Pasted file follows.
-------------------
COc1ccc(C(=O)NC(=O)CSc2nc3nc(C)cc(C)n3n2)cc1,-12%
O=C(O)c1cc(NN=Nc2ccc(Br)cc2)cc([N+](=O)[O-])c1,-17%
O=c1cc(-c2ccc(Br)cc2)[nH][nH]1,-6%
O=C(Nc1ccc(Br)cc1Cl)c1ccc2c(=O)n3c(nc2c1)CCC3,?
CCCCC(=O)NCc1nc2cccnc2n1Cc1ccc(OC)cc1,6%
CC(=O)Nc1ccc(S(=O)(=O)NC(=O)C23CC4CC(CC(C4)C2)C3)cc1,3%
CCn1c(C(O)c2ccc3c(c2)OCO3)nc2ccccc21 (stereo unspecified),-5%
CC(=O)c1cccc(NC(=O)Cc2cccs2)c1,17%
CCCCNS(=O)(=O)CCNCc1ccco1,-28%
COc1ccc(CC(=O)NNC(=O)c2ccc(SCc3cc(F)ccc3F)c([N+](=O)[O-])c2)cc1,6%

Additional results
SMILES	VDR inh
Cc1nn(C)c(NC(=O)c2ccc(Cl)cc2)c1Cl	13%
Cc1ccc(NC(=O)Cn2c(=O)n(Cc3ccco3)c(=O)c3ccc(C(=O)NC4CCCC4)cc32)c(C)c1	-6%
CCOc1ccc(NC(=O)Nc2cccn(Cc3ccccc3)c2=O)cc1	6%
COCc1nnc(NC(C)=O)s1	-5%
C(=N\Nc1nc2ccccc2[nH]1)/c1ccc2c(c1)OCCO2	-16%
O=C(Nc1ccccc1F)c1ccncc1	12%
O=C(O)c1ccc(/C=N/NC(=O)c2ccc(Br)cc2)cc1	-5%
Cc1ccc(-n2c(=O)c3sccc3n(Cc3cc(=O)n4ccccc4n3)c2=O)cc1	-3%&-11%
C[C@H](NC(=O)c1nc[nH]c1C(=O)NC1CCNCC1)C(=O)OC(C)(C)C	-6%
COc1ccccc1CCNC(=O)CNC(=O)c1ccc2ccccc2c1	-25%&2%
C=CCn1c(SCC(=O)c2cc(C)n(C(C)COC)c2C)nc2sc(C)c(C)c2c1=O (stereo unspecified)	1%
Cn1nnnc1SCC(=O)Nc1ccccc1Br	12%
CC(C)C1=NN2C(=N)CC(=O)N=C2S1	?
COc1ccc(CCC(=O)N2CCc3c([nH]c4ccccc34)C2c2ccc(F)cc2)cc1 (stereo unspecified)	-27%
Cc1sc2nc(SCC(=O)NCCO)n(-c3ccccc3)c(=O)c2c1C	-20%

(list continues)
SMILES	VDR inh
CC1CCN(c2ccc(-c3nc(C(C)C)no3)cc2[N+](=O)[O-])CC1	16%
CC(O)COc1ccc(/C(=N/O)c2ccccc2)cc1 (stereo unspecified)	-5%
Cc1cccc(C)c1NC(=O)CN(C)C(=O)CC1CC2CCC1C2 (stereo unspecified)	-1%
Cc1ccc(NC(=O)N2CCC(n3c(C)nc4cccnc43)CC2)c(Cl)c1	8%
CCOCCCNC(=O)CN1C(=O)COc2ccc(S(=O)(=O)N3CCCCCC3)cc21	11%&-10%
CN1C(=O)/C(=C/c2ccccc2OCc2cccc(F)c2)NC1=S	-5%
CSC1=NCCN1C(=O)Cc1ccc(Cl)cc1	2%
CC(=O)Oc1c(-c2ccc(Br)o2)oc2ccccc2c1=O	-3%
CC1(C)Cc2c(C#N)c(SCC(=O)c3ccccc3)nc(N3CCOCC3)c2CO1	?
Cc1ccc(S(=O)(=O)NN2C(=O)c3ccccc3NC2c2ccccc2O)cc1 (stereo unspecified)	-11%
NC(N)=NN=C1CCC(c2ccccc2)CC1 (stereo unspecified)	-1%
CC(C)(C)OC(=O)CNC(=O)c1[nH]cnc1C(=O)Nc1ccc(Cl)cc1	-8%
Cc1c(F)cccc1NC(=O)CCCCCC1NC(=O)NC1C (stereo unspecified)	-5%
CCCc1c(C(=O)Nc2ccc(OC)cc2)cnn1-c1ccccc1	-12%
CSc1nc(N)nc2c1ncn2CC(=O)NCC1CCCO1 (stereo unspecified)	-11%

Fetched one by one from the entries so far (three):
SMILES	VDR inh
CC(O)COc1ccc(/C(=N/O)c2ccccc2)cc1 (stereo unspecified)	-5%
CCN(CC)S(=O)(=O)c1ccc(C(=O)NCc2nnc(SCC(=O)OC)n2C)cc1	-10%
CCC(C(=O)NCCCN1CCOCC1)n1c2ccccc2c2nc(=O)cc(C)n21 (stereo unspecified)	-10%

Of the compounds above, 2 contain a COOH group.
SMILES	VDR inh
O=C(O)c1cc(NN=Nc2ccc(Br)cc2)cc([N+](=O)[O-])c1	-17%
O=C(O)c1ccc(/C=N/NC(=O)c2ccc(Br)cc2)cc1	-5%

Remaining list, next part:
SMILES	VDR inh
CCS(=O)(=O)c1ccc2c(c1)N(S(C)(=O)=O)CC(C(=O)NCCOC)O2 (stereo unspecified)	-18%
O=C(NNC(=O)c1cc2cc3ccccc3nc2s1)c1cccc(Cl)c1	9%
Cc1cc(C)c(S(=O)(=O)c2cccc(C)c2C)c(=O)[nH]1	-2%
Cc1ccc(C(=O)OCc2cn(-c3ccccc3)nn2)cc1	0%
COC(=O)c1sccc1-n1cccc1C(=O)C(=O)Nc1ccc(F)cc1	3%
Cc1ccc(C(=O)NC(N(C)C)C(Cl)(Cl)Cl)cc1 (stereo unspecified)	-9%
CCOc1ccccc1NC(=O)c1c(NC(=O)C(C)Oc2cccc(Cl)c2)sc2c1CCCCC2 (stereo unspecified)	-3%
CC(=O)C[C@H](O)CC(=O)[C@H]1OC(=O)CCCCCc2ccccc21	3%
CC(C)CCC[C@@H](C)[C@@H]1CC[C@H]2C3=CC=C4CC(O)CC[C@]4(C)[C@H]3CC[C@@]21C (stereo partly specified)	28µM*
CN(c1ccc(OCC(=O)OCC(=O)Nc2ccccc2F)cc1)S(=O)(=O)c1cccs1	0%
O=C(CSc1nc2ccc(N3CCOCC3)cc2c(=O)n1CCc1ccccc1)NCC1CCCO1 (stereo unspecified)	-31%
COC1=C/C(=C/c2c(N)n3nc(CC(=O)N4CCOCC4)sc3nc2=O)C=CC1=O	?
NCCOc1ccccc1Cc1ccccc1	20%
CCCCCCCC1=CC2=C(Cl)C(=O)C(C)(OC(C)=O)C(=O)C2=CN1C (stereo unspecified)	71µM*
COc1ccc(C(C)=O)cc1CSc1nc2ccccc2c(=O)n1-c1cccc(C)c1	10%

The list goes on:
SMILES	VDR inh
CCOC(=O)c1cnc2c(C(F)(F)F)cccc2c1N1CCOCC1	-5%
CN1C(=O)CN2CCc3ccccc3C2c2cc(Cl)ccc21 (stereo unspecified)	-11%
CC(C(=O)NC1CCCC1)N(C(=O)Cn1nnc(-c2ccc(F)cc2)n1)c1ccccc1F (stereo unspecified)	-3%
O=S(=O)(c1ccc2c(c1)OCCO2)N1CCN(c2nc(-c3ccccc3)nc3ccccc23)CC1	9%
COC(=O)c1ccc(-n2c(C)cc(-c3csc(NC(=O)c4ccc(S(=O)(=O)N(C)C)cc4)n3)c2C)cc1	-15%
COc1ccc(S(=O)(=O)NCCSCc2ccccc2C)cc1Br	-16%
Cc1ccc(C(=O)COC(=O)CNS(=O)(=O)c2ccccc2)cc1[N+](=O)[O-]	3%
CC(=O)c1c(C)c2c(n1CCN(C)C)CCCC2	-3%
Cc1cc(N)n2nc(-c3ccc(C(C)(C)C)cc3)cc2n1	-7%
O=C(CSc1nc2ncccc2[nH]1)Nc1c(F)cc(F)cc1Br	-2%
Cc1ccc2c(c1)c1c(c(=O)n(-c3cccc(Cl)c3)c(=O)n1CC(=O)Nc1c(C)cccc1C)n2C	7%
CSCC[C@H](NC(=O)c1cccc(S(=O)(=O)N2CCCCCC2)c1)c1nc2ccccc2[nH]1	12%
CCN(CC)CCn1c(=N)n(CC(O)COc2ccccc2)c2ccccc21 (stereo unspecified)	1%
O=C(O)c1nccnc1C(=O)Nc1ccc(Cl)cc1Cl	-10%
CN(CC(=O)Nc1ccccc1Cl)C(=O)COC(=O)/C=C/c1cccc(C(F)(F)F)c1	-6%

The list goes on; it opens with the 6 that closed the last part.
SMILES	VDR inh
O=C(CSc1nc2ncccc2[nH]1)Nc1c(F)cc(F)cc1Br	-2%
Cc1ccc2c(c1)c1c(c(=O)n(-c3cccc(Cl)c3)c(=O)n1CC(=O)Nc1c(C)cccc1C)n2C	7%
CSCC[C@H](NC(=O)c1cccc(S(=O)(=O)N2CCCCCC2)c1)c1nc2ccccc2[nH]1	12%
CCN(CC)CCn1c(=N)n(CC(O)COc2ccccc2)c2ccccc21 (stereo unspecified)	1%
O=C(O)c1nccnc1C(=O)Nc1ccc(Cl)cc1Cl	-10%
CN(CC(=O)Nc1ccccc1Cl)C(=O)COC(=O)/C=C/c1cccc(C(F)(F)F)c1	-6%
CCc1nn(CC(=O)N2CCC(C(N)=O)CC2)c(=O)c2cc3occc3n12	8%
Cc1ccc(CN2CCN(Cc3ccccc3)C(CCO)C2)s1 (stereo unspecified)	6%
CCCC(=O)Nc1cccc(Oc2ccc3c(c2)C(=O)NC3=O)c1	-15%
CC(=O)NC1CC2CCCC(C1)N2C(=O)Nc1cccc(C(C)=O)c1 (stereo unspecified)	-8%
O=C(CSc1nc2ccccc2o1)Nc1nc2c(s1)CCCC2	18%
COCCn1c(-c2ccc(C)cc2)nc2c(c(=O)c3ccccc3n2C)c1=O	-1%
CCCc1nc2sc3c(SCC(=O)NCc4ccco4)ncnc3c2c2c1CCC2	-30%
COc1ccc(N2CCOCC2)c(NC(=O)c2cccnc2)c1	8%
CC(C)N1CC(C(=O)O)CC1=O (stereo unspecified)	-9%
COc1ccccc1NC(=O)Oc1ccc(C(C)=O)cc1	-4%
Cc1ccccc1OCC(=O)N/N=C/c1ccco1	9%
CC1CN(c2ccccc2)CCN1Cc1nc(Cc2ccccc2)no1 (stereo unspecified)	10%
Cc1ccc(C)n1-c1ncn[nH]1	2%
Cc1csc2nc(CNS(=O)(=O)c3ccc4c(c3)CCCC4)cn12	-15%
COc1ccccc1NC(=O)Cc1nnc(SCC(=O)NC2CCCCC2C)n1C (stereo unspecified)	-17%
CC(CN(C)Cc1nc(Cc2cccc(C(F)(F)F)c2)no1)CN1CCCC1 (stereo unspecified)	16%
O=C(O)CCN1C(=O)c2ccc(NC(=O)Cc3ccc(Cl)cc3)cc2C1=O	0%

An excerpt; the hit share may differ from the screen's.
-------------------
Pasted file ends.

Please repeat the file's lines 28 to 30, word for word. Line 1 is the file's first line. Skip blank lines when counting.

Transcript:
(list continues)
SMILES	VDR inh
CC1CCN(c2ccc(-c3nc(C(C)C)no3)cc2[N+](=O)[O-])CC1	16%